Sunday, March 7, 2010

Know Your Financial Statements: The Income Statement and the Statement of Cash Flows


In the last post, we learned how the balance sheet presents important information about the firm’s investing and financing activities. The next major financial statement, the income statement, presents the status of the firm’s operations for a specified period of time. Below we see Narra’s latest income statement:

The firm’s net income shows how much money the firm makes in the specified period, net of all expenses; if the firm spends more than the sales it generates, then it incurs a net loss. Looking at Narra’s latest income statement, the 721,000 pesos net income it earned is a sign that it has done well in 2009. Revenues (or sales) measure inflows of assets like cash or accounts receivable (unpaid purchases of customers), while expenses (or costs) measure outflows of such assets. The basic income statement formula is shown here:


Intuitively, the goal of any business should be to maximize net income, either by maximizing revenues or minimizing expenses, or by doing both. We have to be careful, though, and remember that net income includes noncash items like accounts receivable and depreciation (used to account for the periodic usage of fixed assets), and therefore is often an unreliable measure of how much cash the firm is able to generate (and spend!).

The statement of cash flows reports the cash inflows and outflows from the firm’s various business activities for a period of time. In Narra’s latest statement of cash flows below, we see that cash flows (cash outflows are in parentheses) are grouped into the firm’s three main business activities: operating, investing, and financing activities.

From Narra’s latest statement of cash flows above, we see that we have to make some adjustments to net income before we can derive how much cash the business was able to generate. Depreciation, a noncash expense deducted from revenues in the income statement, needs to be added back. Also, noncash inflows like accounts receivable and inventories need to be removed. The resulting figure is the cash generated by the company’s operations, often called cash from operations or CFO.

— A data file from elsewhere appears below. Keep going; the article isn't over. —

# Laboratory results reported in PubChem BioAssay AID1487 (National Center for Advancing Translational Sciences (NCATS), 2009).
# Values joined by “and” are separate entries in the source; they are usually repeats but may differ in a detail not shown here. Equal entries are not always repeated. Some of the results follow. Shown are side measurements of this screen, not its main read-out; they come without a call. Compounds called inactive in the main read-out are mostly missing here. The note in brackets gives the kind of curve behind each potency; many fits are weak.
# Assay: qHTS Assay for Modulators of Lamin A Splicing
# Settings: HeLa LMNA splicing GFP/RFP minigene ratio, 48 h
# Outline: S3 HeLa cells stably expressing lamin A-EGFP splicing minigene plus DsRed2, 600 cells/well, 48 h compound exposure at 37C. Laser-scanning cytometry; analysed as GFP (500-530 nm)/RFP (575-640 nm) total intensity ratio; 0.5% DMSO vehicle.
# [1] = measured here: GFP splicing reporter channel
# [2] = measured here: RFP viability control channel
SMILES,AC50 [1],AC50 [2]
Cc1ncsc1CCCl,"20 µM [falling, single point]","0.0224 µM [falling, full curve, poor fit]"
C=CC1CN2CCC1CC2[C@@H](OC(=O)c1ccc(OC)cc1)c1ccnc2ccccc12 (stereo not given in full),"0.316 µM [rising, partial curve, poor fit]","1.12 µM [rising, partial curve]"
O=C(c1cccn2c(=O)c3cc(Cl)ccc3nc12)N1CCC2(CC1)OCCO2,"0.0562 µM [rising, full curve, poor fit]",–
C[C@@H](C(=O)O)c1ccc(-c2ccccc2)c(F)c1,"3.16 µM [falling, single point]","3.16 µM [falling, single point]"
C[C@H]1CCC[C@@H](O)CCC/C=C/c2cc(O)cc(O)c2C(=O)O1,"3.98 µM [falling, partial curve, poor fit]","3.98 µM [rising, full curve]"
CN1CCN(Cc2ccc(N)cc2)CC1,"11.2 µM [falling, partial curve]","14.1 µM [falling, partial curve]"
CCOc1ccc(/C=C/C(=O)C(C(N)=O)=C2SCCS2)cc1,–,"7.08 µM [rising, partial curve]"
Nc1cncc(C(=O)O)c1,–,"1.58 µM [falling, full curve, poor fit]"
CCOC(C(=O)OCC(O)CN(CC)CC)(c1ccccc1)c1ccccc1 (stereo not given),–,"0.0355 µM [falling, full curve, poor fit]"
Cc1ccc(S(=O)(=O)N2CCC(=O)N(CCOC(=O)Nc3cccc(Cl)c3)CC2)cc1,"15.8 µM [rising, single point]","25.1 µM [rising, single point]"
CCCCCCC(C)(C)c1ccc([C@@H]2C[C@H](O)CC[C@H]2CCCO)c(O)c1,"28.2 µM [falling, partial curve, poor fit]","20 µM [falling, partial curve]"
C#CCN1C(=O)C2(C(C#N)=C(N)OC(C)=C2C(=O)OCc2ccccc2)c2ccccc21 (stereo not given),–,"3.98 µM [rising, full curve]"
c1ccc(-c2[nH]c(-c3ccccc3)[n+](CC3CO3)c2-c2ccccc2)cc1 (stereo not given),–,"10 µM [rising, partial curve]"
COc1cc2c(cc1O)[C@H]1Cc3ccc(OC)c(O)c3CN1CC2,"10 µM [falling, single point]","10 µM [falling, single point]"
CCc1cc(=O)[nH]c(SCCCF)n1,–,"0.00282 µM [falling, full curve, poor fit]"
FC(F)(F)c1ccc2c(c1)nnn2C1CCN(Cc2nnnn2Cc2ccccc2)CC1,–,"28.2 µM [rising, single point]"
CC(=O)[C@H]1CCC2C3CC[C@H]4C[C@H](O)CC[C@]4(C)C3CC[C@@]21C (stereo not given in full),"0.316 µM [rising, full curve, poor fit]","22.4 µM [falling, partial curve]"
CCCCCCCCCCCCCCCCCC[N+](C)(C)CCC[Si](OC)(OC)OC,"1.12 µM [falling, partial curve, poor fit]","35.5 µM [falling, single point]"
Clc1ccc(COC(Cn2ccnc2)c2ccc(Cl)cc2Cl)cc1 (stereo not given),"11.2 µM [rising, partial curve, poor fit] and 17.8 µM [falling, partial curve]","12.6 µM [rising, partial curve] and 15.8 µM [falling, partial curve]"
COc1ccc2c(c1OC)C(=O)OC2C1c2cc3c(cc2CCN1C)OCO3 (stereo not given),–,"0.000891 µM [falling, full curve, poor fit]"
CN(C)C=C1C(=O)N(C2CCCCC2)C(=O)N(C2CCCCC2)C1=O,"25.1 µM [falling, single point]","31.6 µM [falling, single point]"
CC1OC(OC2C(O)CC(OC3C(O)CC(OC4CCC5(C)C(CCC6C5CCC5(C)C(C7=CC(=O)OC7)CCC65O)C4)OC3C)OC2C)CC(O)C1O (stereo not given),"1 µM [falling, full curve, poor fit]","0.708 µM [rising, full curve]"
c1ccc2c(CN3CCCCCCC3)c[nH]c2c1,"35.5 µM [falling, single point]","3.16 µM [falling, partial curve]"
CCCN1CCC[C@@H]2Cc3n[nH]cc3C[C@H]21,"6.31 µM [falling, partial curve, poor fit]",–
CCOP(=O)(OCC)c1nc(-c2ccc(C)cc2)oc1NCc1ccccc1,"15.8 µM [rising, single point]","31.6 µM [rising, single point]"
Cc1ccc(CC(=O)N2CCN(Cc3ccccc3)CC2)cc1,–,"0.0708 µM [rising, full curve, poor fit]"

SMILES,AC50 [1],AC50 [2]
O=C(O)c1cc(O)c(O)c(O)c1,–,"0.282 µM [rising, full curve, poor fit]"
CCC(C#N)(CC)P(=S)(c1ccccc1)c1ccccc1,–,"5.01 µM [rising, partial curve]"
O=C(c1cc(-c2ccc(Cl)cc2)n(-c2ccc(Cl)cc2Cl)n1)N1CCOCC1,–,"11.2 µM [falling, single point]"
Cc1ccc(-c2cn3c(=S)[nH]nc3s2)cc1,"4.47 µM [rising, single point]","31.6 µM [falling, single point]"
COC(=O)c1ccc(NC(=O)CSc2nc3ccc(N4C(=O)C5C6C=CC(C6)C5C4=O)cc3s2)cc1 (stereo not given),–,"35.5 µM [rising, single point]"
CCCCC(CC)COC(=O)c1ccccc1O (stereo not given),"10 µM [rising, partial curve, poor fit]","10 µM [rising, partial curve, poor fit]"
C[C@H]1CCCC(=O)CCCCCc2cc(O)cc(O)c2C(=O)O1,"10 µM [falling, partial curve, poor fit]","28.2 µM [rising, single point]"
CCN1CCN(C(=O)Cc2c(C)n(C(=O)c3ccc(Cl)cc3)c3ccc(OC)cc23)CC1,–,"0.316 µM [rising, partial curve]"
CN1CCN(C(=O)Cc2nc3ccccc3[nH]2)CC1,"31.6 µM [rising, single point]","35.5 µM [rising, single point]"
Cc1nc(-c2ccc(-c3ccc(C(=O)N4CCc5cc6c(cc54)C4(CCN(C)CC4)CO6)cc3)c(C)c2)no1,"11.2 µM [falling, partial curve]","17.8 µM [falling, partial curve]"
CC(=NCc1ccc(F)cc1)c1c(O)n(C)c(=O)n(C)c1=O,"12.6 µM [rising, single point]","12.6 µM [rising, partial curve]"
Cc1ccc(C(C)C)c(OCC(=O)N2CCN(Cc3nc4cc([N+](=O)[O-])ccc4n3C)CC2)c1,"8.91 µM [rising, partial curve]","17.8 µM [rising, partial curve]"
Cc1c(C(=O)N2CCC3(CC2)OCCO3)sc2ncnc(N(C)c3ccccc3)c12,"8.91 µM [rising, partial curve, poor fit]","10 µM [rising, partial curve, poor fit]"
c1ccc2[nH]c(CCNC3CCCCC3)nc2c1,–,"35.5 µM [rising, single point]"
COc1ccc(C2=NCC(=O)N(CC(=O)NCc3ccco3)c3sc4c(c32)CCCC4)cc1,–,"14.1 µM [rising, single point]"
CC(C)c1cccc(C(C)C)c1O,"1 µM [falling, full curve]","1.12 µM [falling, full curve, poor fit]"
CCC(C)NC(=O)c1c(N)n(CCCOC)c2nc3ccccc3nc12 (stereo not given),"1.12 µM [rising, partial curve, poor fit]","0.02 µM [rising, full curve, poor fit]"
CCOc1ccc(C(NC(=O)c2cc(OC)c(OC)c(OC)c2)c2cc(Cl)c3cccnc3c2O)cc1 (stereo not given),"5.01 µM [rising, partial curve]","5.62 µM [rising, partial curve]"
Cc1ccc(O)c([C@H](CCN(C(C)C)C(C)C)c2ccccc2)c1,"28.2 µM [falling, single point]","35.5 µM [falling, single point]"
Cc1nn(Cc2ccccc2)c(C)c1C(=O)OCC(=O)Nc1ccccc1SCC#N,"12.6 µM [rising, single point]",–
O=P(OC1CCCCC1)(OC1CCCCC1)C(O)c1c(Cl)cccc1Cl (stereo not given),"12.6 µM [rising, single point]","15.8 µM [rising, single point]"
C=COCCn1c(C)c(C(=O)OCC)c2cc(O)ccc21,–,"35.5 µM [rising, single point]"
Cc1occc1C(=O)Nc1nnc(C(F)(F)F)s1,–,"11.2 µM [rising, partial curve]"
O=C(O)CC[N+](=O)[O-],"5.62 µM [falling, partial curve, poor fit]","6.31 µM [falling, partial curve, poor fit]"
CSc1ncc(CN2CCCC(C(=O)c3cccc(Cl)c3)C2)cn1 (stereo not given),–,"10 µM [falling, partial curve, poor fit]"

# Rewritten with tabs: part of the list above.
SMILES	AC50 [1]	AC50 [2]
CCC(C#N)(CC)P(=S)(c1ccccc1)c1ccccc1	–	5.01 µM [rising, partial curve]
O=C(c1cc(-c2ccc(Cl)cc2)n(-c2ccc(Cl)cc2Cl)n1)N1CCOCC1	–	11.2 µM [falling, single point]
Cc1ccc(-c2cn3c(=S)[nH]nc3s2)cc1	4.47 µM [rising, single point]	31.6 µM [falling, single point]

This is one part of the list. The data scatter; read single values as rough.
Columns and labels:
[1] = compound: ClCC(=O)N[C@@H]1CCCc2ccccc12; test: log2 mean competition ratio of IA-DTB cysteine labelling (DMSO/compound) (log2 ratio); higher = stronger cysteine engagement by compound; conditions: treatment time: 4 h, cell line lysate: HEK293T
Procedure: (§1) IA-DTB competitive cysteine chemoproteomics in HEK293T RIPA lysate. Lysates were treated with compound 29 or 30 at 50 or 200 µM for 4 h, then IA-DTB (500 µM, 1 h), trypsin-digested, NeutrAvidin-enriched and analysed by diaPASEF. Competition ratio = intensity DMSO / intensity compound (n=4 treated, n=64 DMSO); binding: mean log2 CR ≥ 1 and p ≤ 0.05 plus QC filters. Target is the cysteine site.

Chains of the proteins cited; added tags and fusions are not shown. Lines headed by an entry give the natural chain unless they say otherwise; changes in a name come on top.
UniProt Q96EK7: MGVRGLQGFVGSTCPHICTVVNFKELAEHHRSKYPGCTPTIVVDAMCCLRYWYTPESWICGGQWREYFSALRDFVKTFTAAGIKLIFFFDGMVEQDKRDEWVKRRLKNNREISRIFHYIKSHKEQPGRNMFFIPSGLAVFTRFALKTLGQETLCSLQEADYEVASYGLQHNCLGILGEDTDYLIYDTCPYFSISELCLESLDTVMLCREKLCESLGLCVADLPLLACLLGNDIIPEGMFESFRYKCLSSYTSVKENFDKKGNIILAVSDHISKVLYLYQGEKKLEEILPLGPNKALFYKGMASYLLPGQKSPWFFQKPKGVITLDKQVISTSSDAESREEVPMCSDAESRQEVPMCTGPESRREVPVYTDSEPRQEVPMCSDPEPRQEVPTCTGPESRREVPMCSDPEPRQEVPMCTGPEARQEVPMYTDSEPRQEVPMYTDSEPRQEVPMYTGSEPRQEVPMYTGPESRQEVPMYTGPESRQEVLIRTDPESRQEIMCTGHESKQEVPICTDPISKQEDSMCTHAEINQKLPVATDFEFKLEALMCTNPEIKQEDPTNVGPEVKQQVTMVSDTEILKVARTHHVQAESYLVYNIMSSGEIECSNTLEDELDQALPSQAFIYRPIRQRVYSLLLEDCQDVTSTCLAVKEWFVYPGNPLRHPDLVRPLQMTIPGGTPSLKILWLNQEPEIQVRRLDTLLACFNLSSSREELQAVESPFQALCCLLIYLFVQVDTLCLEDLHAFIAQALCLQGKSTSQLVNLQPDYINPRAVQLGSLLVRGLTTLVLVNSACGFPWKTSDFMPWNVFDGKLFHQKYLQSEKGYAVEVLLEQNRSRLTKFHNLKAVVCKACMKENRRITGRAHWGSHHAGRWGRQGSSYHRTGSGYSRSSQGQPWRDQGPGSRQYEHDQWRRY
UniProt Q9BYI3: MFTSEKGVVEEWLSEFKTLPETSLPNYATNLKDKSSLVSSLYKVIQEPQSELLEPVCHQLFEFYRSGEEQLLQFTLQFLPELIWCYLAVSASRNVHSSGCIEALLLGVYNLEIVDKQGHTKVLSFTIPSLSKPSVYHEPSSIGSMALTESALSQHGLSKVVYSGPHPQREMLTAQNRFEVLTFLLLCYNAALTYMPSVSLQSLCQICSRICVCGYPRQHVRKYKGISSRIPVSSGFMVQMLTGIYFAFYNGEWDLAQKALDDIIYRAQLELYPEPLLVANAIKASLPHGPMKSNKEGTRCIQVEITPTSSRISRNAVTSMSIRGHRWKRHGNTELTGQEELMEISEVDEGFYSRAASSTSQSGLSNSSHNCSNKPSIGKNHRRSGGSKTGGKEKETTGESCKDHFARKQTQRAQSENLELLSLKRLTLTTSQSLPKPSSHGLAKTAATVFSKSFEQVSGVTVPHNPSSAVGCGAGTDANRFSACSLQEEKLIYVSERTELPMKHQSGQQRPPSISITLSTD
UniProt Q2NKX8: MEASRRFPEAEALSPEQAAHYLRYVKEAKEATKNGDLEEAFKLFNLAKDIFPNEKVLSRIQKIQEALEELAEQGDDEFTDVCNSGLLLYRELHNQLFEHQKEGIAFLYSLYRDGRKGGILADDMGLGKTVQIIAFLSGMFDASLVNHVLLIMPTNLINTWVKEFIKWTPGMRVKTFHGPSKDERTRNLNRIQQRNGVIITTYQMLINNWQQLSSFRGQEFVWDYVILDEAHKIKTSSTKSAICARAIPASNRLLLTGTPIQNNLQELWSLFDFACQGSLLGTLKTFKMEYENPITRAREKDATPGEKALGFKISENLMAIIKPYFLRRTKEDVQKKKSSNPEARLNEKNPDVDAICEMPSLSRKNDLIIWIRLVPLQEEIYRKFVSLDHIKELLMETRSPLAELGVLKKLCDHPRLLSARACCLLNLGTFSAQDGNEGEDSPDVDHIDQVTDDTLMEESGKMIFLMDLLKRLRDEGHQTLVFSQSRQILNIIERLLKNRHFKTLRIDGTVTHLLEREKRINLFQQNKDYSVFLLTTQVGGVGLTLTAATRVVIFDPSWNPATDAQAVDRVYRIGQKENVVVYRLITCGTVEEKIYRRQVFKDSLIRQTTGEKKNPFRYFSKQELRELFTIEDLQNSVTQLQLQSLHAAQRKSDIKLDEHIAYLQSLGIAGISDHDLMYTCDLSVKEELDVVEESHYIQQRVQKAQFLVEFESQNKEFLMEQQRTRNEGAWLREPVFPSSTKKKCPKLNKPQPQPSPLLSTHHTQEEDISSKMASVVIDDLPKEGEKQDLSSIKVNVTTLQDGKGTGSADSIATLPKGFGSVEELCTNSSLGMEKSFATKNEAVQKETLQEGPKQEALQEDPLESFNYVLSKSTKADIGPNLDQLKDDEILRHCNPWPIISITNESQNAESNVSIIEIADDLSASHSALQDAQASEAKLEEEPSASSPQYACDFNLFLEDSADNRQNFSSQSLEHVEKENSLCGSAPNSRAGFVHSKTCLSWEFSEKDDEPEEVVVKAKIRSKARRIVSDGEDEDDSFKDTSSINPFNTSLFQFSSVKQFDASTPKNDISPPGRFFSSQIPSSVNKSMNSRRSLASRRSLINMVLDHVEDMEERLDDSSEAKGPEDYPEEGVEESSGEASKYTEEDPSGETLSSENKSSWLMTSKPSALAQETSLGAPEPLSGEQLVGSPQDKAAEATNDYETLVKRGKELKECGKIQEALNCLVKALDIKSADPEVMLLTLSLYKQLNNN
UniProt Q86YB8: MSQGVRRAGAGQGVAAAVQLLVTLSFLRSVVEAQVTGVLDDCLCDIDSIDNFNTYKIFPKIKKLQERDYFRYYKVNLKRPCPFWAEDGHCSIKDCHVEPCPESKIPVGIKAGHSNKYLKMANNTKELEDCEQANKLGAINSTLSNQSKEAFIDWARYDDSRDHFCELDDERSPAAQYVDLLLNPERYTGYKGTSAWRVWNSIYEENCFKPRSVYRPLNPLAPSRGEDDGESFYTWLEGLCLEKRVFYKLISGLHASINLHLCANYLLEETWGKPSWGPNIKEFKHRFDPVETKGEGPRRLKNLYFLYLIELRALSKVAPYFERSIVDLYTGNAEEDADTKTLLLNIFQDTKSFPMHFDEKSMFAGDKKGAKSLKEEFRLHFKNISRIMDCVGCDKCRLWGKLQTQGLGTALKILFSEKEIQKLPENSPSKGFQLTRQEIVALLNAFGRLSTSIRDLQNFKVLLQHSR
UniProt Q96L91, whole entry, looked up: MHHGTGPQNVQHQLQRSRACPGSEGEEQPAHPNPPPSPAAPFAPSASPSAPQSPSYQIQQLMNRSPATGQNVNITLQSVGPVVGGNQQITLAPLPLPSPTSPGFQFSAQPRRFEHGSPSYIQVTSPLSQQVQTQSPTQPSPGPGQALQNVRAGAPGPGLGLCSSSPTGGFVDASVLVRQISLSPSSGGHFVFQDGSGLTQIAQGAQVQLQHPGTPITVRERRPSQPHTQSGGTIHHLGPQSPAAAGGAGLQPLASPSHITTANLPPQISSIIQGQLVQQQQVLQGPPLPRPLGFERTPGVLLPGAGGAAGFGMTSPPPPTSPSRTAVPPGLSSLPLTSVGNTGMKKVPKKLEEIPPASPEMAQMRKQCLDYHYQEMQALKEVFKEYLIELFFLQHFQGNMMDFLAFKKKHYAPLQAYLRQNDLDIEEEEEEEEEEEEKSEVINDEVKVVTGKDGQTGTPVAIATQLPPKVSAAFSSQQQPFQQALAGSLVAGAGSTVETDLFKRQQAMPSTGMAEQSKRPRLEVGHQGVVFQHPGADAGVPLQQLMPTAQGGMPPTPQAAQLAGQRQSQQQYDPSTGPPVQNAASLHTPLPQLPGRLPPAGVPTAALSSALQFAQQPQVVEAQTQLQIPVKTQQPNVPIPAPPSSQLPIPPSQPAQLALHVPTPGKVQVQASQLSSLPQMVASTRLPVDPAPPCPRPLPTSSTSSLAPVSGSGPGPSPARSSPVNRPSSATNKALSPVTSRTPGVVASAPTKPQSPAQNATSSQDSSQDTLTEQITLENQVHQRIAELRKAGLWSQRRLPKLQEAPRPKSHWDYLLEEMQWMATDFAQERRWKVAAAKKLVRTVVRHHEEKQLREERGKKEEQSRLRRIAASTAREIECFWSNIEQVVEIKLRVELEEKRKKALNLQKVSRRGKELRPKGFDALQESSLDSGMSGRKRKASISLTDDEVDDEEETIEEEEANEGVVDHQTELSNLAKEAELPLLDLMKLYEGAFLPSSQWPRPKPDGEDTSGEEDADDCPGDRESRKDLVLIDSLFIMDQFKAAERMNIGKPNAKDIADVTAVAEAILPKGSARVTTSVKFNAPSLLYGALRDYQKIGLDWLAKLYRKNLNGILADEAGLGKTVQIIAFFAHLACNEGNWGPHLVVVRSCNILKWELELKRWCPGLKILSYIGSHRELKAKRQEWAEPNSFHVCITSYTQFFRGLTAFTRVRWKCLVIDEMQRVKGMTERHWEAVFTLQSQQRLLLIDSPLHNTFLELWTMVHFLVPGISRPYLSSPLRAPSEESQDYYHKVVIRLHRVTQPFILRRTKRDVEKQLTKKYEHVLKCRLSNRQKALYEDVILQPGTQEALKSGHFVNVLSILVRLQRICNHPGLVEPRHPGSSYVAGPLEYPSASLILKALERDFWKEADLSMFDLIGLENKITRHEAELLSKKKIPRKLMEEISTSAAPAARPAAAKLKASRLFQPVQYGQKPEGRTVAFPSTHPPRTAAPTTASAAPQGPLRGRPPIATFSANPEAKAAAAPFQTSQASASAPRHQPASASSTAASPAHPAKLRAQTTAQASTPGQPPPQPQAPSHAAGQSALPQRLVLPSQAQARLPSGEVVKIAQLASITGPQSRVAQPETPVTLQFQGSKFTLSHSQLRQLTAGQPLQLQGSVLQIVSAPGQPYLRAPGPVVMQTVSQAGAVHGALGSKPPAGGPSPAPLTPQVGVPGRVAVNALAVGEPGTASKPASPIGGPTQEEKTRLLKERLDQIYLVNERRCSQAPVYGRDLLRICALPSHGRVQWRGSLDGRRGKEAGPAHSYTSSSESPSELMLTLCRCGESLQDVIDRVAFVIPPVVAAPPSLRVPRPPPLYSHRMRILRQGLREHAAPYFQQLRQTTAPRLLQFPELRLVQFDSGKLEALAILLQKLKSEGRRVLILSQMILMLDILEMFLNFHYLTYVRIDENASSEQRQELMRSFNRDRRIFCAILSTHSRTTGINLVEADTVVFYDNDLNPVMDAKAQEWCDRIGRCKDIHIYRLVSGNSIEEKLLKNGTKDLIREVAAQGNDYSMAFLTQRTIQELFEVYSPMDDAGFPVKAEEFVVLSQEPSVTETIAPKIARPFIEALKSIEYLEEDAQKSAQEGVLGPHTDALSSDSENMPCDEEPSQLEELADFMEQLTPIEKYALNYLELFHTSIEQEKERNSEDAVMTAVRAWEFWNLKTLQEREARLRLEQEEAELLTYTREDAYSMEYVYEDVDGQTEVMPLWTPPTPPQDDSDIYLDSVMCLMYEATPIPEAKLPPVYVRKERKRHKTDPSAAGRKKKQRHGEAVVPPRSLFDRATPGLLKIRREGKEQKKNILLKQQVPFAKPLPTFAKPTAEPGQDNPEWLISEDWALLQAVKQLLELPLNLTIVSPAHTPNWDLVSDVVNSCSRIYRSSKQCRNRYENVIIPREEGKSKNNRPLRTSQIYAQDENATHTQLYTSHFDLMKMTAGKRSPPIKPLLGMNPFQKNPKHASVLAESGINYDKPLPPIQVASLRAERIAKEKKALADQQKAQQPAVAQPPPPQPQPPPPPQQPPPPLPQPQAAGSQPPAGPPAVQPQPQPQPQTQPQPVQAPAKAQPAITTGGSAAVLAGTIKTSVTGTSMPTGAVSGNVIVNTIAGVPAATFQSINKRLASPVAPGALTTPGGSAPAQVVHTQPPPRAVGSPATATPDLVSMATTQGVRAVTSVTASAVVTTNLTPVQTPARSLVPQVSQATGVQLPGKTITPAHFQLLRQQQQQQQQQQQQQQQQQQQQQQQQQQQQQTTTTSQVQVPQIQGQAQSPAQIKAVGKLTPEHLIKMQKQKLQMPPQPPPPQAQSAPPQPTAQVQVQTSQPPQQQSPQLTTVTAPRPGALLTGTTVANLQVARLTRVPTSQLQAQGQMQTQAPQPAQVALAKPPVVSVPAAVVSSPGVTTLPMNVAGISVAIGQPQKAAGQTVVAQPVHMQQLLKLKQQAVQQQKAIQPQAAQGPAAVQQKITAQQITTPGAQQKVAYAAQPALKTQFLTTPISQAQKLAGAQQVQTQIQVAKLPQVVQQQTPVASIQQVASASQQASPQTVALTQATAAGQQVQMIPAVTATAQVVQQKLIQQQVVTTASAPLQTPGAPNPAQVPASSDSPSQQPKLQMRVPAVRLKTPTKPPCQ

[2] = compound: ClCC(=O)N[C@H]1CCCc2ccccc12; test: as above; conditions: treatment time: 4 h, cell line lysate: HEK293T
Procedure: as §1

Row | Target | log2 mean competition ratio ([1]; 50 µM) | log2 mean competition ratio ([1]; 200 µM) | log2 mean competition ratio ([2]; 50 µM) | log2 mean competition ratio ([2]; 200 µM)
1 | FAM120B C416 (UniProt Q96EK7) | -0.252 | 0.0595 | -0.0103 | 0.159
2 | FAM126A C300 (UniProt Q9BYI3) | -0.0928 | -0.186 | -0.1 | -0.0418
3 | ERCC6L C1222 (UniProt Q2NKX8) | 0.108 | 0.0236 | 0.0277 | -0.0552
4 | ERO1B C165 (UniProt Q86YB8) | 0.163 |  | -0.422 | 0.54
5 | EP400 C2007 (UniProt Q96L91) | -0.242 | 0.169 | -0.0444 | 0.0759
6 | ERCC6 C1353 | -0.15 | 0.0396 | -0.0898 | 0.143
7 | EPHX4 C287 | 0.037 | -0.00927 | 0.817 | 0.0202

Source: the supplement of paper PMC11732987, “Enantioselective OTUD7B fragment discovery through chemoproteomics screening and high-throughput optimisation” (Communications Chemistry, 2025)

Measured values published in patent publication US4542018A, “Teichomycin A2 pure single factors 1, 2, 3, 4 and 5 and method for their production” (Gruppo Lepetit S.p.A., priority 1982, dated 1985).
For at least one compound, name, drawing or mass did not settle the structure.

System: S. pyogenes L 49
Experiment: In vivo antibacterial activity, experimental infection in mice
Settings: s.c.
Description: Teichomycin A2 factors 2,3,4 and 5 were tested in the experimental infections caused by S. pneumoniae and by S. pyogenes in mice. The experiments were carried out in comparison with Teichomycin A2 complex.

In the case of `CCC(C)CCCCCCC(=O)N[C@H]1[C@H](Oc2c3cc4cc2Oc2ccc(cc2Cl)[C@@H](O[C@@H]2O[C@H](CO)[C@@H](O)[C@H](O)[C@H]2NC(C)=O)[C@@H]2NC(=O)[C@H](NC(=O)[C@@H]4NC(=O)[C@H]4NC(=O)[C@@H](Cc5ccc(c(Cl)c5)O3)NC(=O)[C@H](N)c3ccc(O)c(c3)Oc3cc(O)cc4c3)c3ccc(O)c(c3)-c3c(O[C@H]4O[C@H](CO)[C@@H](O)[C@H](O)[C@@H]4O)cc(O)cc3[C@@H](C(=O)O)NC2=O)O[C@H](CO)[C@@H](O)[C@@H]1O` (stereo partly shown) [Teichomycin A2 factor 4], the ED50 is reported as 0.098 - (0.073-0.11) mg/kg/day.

Investing cash flows include purchases (or sales) of noncurrent assets like machinery, vehicles, land, factories, or office buildings.

Financing cash flows include debt repayments and availments, and cash dividend issues.

The cash flows from the three activities are added to determine the net cash inflow or outflow for the period. From Narra’s statement of cash flows, we see that in 2009 the firm generated a net cash increase of 451,000 pesos.

To summarize, let’s take a look at how the three financial statements are related to each other: the balance sheet shows the results of the firm’s investing and financing activities and the income statement details its operating performance; the statement of cash flows ties everything together by presenting the cash generated or used by these three activities. Therefore in making important financial decisions, the statement of cash flows provides the most important, relevant, and complete information; successful investors and entrepreneurs know that a firm’s value is derived not from the worth of the company’s assets in the balance sheet, or from sales or accounting profit, but from how much cash the firm can generate in the future. Nevertheless, all three financial statements are very important in understanding how promising (or unattractive) a company’s prospects are. So if you want to know how well your business is doing, or if a stock you’re pining for is a good buy, or if a potential supplier is as reliable as it purports to be, spend a few moments reading the firm’s financial statements; just like googling a girl’s name before going out on a date with her, you’ll see that the extra trouble will be well worth it.
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